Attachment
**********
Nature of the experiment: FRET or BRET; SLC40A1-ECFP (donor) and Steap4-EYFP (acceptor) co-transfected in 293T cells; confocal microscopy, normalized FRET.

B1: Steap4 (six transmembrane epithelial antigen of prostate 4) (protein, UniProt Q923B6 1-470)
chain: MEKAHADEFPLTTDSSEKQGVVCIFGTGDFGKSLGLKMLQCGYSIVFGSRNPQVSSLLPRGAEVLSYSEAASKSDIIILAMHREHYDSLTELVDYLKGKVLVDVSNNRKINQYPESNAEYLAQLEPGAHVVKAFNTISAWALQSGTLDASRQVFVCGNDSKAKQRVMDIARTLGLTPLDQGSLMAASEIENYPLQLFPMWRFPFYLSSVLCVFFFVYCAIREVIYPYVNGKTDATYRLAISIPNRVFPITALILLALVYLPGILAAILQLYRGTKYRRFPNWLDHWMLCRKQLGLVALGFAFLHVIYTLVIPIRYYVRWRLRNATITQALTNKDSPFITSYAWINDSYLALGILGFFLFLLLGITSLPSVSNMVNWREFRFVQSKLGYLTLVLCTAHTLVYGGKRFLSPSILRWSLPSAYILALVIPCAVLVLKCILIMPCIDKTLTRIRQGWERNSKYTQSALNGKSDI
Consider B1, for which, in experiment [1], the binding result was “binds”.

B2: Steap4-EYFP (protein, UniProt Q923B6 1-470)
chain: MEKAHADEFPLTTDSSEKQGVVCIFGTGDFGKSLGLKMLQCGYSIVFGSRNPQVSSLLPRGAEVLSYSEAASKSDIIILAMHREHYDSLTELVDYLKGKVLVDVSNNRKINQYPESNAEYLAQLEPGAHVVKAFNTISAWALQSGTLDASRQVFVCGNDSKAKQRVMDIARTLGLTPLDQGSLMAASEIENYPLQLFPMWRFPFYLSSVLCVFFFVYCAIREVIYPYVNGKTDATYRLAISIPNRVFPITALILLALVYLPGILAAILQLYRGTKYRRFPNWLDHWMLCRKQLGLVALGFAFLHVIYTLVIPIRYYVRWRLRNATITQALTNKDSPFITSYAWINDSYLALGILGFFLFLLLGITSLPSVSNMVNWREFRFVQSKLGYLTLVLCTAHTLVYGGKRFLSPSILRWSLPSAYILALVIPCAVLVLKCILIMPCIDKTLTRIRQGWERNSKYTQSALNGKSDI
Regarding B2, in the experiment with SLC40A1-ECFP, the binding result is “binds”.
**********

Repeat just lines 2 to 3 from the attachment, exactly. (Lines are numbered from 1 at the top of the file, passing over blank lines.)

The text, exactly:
B1: Steap4 (six transmembrane epithelial antigen of prostate 4) (protein, UniProt Q923B6 1-470)
chain: MEKAHADEFPLTTDSSEKQGVVCIFGTGDFGKSLGLKMLQCGYSIVFGSRNPQVSSLLPRGAEVLSYSEAASKSDIIILAMHREHYDSLTELVDYLKGKVLVDVSNNRKINQYPESNAEYLAQLEPGAHVVKAFNTISAWALQSGTLDASRQVFVCGNDSKAKQRVMDIARTLGLTPLDQGSLMAASEIENYPLQLFPMWRFPFYLSSVLCVFFFVYCAIREVIYPYVNGKTDATYRLAISIPNRVFPITALILLALVYLPGILAAILQLYRGTKYRRFPNWLDHWMLCRKQLGLVALGFAFLHVIYTLVIPIRYYVRWRLRNATITQALTNKDSPFITSYAWINDSYLALGILGFFLFLLLGITSLPSVSNMVNWREFRFVQSKLGYLTLVLCTAHTLVYGGKRFLSPSILRWSLPSAYILALVIPCAVLVLKCILIMPCIDKTLTRIRQGWERNSKYTQSALNGKSDI